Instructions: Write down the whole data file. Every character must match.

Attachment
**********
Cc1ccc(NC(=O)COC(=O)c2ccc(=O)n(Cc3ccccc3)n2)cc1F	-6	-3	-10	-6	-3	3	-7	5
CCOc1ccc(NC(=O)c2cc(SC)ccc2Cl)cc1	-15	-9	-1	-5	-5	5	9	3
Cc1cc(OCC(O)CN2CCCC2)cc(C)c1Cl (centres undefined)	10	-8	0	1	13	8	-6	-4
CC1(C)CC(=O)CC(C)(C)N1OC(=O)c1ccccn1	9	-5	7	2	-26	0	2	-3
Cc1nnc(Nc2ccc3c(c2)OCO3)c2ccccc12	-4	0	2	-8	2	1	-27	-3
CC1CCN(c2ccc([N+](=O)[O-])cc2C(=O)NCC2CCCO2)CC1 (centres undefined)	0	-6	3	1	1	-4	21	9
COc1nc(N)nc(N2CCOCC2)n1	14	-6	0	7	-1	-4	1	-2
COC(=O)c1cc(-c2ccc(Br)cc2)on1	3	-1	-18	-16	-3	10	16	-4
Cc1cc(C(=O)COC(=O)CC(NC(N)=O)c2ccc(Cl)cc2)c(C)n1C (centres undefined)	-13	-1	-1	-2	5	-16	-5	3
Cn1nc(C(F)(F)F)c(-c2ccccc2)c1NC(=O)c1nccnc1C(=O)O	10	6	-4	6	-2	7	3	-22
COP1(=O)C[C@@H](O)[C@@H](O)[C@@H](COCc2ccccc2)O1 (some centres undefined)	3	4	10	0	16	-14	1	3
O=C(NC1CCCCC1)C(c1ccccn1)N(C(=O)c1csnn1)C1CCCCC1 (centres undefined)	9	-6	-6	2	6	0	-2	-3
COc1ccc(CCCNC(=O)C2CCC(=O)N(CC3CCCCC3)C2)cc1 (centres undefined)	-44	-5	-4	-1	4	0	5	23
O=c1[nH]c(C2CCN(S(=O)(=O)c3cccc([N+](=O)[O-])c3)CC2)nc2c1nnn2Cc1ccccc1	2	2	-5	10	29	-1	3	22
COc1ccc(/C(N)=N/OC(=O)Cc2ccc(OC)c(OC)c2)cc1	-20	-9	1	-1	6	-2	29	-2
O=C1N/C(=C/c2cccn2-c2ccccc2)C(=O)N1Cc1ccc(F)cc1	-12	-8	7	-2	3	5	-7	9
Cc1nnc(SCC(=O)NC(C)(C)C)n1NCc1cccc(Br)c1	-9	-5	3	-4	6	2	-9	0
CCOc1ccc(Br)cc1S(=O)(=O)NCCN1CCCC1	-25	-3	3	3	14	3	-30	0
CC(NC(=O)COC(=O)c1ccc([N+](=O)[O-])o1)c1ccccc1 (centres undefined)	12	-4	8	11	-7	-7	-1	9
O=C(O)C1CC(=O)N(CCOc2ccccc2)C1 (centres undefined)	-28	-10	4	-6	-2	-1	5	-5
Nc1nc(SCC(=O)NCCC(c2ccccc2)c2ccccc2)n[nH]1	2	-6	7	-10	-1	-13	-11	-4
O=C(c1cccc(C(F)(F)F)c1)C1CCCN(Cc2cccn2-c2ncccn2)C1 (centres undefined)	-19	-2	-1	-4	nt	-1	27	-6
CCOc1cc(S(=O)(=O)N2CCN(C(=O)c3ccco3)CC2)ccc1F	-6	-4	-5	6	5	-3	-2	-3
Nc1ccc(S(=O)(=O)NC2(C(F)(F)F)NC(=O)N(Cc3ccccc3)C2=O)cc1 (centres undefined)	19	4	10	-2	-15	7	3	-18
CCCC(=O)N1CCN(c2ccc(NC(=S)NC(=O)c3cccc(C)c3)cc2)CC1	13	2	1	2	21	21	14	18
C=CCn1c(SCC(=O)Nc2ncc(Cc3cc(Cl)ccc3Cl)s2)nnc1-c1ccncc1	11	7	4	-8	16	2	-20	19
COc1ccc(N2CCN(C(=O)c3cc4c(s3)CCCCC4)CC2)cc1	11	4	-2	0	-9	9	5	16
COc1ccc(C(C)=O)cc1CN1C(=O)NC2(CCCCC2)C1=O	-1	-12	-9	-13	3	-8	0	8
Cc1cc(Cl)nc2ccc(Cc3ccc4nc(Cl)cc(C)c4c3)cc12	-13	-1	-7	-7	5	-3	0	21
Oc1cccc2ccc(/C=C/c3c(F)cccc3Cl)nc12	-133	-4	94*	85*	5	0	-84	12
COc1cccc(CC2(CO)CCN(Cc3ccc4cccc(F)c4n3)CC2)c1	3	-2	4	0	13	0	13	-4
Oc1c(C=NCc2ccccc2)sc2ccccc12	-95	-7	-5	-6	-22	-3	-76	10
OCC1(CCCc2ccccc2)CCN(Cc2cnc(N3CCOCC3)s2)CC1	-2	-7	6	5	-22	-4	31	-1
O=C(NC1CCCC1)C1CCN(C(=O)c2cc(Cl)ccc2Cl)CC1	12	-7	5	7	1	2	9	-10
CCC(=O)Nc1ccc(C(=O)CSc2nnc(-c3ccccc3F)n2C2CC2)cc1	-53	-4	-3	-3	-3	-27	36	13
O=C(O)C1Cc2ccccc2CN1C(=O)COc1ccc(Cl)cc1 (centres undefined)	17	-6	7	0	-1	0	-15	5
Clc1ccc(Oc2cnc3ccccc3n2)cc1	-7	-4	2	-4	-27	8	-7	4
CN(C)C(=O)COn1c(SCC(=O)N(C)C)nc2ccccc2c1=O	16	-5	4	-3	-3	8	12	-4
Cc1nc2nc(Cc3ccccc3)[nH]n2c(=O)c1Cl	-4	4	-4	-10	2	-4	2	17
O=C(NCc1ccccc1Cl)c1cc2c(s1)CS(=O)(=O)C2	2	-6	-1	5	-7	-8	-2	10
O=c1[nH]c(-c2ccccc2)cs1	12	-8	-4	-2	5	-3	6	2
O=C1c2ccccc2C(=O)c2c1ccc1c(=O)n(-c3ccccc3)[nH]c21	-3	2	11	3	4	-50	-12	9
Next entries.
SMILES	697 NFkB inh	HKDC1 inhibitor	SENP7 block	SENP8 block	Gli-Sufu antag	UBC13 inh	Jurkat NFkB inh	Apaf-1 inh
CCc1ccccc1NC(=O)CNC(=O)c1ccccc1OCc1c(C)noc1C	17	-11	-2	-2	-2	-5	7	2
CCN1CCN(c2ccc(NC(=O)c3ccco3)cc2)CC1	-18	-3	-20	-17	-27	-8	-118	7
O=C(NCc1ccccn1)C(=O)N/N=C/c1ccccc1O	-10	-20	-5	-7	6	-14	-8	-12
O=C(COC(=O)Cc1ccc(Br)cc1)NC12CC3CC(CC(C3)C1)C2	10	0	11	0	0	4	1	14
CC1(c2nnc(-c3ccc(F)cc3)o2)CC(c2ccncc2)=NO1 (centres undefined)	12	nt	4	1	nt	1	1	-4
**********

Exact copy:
Cc1ccc(NC(=O)COC(=O)c2ccc(=O)n(Cc3ccccc3)n2)cc1F	-6	-3	-10	-6	-3	3	-7	5
CCOc1ccc(NC(=O)c2cc(SC)ccc2Cl)cc1	-15	-9	-1	-5	-5	5	9	3
Cc1cc(OCC(O)CN2CCCC2)cc(C)c1Cl (centres undefined)	10	-8	0	1	13	8	-6	-4
CC1(C)CC(=O)CC(C)(C)N1OC(=O)c1ccccn1	9	-5	7	2	-26	0	2	-3
Cc1nnc(Nc2ccc3c(c2)OCO3)c2ccccc12	-4	0	2	-8	2	1	-27	-3
CC1CCN(c2ccc([N+](=O)[O-])cc2C(=O)NCC2CCCO2)CC1 (centres undefined)	0	-6	3	1	1	-4	21	9
COc1nc(N)nc(N2CCOCC2)n1	14	-6	0	7	-1	-4	1	-2
COC(=O)c1cc(-c2ccc(Br)cc2)on1	3	-1	-18	-16	-3	10	16	-4
Cc1cc(C(=O)COC(=O)CC(NC(N)=O)c2ccc(Cl)cc2)c(C)n1C (centres undefined)	-13	-1	-1	-2	5	-16	-5	3
Cn1nc(C(F)(F)F)c(-c2ccccc2)c1NC(=O)c1nccnc1C(=O)O	10	6	-4	6	-2	7	3	-22
COP1(=O)C[C@@H](O)[C@@H](O)[C@@H](COCc2ccccc2)O1 (some centres undefined)	3	4	10	0	16	-14	1	3
O=C(NC1CCCCC1)C(c1ccccn1)N(C(=O)c1csnn1)C1CCCCC1 (centres undefined)	9	-6	-6	2	6	0	-2	-3
COc1ccc(CCCNC(=O)C2CCC(=O)N(CC3CCCCC3)C2)cc1 (centres undefined)	-44	-5	-4	-1	4	0	5	23
O=c1[nH]c(C2CCN(S(=O)(=O)c3cccc([N+](=O)[O-])c3)CC2)nc2c1nnn2Cc1ccccc1	2	2	-5	10	29	-1	3	22
COc1ccc(/C(N)=N/OC(=O)Cc2ccc(OC)c(OC)c2)cc1	-20	-9	1	-1	6	-2	29	-2
O=C1N/C(=C/c2cccn2-c2ccccc2)C(=O)N1Cc1ccc(F)cc1	-12	-8	7	-2	3	5	-7	9
Cc1nnc(SCC(=O)NC(C)(C)C)n1NCc1cccc(Br)c1	-9	-5	3	-4	6	2	-9	0
CCOc1ccc(Br)cc1S(=O)(=O)NCCN1CCCC1	-25	-3	3	3	14	3	-30	0
CC(NC(=O)COC(=O)c1ccc([N+](=O)[O-])o1)c1ccccc1 (centres undefined)	12	-4	8	11	-7	-7	-1	9
O=C(O)C1CC(=O)N(CCOc2ccccc2)C1 (centres undefined)	-28	-10	4	-6	-2	-1	5	-5
Nc1nc(SCC(=O)NCCC(c2ccccc2)c2ccccc2)n[nH]1	2	-6	7	-10	-1	-13	-11	-4
O=C(c1cccc(C(F)(F)F)c1)C1CCCN(Cc2cccn2-c2ncccn2)C1 (centres undefined)	-19	-2	-1	-4	nt	-1	27	-6
CCOc1cc(S(=O)(=O)N2CCN(C(=O)c3ccco3)CC2)ccc1F	-6	-4	-5	6	5	-3	-2	-3
Nc1ccc(S(=O)(=O)NC2(C(F)(F)F)NC(=O)N(Cc3ccccc3)C2=O)cc1 (centres undefined)	19	4	10	-2	-15	7	3	-18
CCCC(=O)N1CCN(c2ccc(NC(=S)NC(=O)c3cccc(C)c3)cc2)CC1	13	2	1	2	21	21	14	18
C=CCn1c(SCC(=O)Nc2ncc(Cc3cc(Cl)ccc3Cl)s2)nnc1-c1ccncc1	11	7	4	-8	16	2	-20	19
COc1ccc(N2CCN(C(=O)c3cc4c(s3)CCCCC4)CC2)cc1	11	4	-2	0	-9	9	5	16
COc1ccc(C(C)=O)cc1CN1C(=O)NC2(CCCCC2)C1=O	-1	-12	-9	-13	3	-8	0	8
Cc1cc(Cl)nc2ccc(Cc3ccc4nc(Cl)cc(C)c4c3)cc12	-13	-1	-7	-7	5	-3	0	21
Oc1cccc2ccc(/C=C/c3c(F)cccc3Cl)nc12	-133	-4	94*	85*	5	0	-84	12
COc1cccc(CC2(CO)CCN(Cc3ccc4cccc(F)c4n3)CC2)c1	3	-2	4	0	13	0	13	-4
Oc1c(C=NCc2ccccc2)sc2ccccc12	-95	-7	-5	-6	-22	-3	-76	10
OCC1(CCCc2ccccc2)CCN(Cc2cnc(N3CCOCC3)s2)CC1	-2	-7	6	5	-22	-4	31	-1
O=C(NC1CCCC1)C1CCN(C(=O)c2cc(Cl)ccc2Cl)CC1	12	-7	5	7	1	2	9	-10
CCC(=O)Nc1ccc(C(=O)CSc2nnc(-c3ccccc3F)n2C2CC2)cc1	-53	-4	-3	-3	-3	-27	36	13
O=C(O)C1Cc2ccccc2CN1C(=O)COc1ccc(Cl)cc1 (centres undefined)	17	-6	7	0	-1	0	-15	5
Clc1ccc(Oc2cnc3ccccc3n2)cc1	-7	-4	2	-4	-27	8	-7	4
CN(C)C(=O)COn1c(SCC(=O)N(C)C)nc2ccccc2c1=O	16	-5	4	-3	-3	8	12	-4
Cc1nc2nc(Cc3ccccc3)[nH]n2c(=O)c1Cl	-4	4	-4	-10	2	-4	2	17
O=C(NCc1ccccc1Cl)c1cc2c(s1)CS(=O)(=O)C2	2	-6	-1	5	-7	-8	-2	10
O=c1[nH]c(-c2ccccc2)cs1	12	-8	-4	-2	5	-3	6	2
O=C1c2ccccc2C(=O)c2c1ccc1c(=O)n(-c3ccccc3)[nH]c21	-3	2	11	3	4	-50	-12	9
Next entries.
SMILES	697 NFkB inh	HKDC1 inhibitor	SENP7 block	SENP8 block	Gli-Sufu antag	UBC13 inh	Jurkat NFkB inh	Apaf-1 inh
CCc1ccccc1NC(=O)CNC(=O)c1ccccc1OCc1c(C)noc1C	17	-11	-2	-2	-2	-5	7	2
CCN1CCN(c2ccc(NC(=O)c3ccco3)cc2)CC1	-18	-3	-20	-17	-27	-8	-118	7
O=C(NCc1ccccn1)C(=O)N/N=C/c1ccccc1O	-10	-20	-5	-7	6	-14	-8	-12
O=C(COC(=O)Cc1ccc(Br)cc1)NC12CC3CC(CC(C3)C1)C2	10	0	11	0	0	4	1	14
CC1(c2nnc(-c3ccc(F)cc3)o2)CC(c2ccncc2)=NO1 (centres undefined)	12	nt	4	1	nt	1	1	-4